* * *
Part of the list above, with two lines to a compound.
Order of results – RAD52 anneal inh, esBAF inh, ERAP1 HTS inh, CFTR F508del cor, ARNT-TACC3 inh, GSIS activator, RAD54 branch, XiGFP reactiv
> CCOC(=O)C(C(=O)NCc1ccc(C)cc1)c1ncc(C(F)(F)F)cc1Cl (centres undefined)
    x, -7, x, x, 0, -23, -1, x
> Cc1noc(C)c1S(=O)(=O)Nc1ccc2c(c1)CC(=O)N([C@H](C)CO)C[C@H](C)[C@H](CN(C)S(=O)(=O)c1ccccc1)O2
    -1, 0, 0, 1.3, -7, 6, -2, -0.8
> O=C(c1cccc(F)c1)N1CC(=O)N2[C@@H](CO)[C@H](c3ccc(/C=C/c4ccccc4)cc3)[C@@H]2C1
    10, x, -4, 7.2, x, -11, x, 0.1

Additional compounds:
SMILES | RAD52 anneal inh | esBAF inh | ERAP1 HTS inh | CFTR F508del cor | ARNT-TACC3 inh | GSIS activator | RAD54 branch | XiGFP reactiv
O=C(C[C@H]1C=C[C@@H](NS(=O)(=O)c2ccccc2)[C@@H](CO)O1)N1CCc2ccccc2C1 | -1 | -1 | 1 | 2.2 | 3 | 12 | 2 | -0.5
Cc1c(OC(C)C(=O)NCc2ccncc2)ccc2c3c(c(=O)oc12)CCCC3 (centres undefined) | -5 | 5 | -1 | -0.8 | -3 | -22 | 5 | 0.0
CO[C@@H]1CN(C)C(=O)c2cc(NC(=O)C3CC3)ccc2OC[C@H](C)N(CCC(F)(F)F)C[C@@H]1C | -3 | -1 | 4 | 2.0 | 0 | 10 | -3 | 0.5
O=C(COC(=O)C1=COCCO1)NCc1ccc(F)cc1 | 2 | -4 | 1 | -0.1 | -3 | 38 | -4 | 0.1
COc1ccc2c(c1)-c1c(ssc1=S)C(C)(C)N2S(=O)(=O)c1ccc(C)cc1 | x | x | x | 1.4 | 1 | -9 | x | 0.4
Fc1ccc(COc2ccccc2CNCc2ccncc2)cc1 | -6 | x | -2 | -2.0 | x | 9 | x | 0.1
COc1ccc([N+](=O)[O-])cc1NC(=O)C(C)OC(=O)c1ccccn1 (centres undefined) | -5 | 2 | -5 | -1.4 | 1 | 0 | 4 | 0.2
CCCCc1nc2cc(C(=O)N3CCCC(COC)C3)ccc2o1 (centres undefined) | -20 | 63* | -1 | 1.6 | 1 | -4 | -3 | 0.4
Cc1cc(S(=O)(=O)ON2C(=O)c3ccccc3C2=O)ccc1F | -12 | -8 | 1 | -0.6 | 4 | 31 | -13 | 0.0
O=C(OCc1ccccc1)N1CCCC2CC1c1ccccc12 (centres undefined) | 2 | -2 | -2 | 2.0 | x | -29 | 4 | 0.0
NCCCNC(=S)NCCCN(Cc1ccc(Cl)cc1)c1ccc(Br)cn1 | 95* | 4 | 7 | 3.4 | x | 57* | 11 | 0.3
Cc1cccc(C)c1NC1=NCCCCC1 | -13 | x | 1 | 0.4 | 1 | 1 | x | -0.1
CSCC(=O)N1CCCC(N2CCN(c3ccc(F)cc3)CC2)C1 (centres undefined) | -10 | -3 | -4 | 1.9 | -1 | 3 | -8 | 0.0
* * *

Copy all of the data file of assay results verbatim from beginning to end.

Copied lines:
Part of the list above, with two lines to a compound.
Order of results – RAD52 anneal inh, esBAF inh, ERAP1 HTS inh, CFTR F508del cor, ARNT-TACC3 inh, GSIS activator, RAD54 branch, XiGFP reactiv
> CCOC(=O)C(C(=O)NCc1ccc(C)cc1)c1ncc(C(F)(F)F)cc1Cl (centres undefined)
    x, -7, x, x, 0, -23, -1, x
> Cc1noc(C)c1S(=O)(=O)Nc1ccc2c(c1)CC(=O)N([C@H](C)CO)C[C@H](C)[C@H](CN(C)S(=O)(=O)c1ccccc1)O2
    -1, 0, 0, 1.3, -7, 6, -2, -0.8
> O=C(c1cccc(F)c1)N1CC(=O)N2[C@@H](CO)[C@H](c3ccc(/C=C/c4ccccc4)cc3)[C@@H]2C1
    10, x, -4, 7.2, x, -11, x, 0.1

Additional compounds:
SMILES | RAD52 anneal inh | esBAF inh | ERAP1 HTS inh | CFTR F508del cor | ARNT-TACC3 inh | GSIS activator | RAD54 branch | XiGFP reactiv
O=C(C[C@H]1C=C[C@@H](NS(=O)(=O)c2ccccc2)[C@@H](CO)O1)N1CCc2ccccc2C1 | -1 | -1 | 1 | 2.2 | 3 | 12 | 2 | -0.5
Cc1c(OC(C)C(=O)NCc2ccncc2)ccc2c3c(c(=O)oc12)CCCC3 (centres undefined) | -5 | 5 | -1 | -0.8 | -3 | -22 | 5 | 0.0
CO[C@@H]1CN(C)C(=O)c2cc(NC(=O)C3CC3)ccc2OC[C@H](C)N(CCC(F)(F)F)C[C@@H]1C | -3 | -1 | 4 | 2.0 | 0 | 10 | -3 | 0.5
O=C(COC(=O)C1=COCCO1)NCc1ccc(F)cc1 | 2 | -4 | 1 | -0.1 | -3 | 38 | -4 | 0.1
COc1ccc2c(c1)-c1c(ssc1=S)C(C)(C)N2S(=O)(=O)c1ccc(C)cc1 | x | x | x | 1.4 | 1 | -9 | x | 0.4
Fc1ccc(COc2ccccc2CNCc2ccncc2)cc1 | -6 | x | -2 | -2.0 | x | 9 | x | 0.1
COc1ccc([N+](=O)[O-])cc1NC(=O)C(C)OC(=O)c1ccccn1 (centres undefined) | -5 | 2 | -5 | -1.4 | 1 | 0 | 4 | 0.2
CCCCc1nc2cc(C(=O)N3CCCC(COC)C3)ccc2o1 (centres undefined) | -20 | 63* | -1 | 1.6 | 1 | -4 | -3 | 0.4
Cc1cc(S(=O)(=O)ON2C(=O)c3ccccc3C2=O)ccc1F | -12 | -8 | 1 | -0.6 | 4 | 31 | -13 | 0.0
O=C(OCc1ccccc1)N1CCCC2CC1c1ccccc12 (centres undefined) | 2 | -2 | -2 | 2.0 | x | -29 | 4 | 0.0
NCCCNC(=S)NCCCN(Cc1ccc(Cl)cc1)c1ccc(Br)cn1 | 95* | 4 | 7 | 3.4 | x | 57* | 11 | 0.3
Cc1cccc(C)c1NC1=NCCCCC1 | -13 | x | 1 | 0.4 | 1 | 1 | x | -0.1
CSCC(=O)N1CCCC(N2CCN(c3ccc(F)cc3)CC2)C1 (centres undefined) | -10 | -3 | -4 | 1.9 | -1 | 3 | -8 | 0.0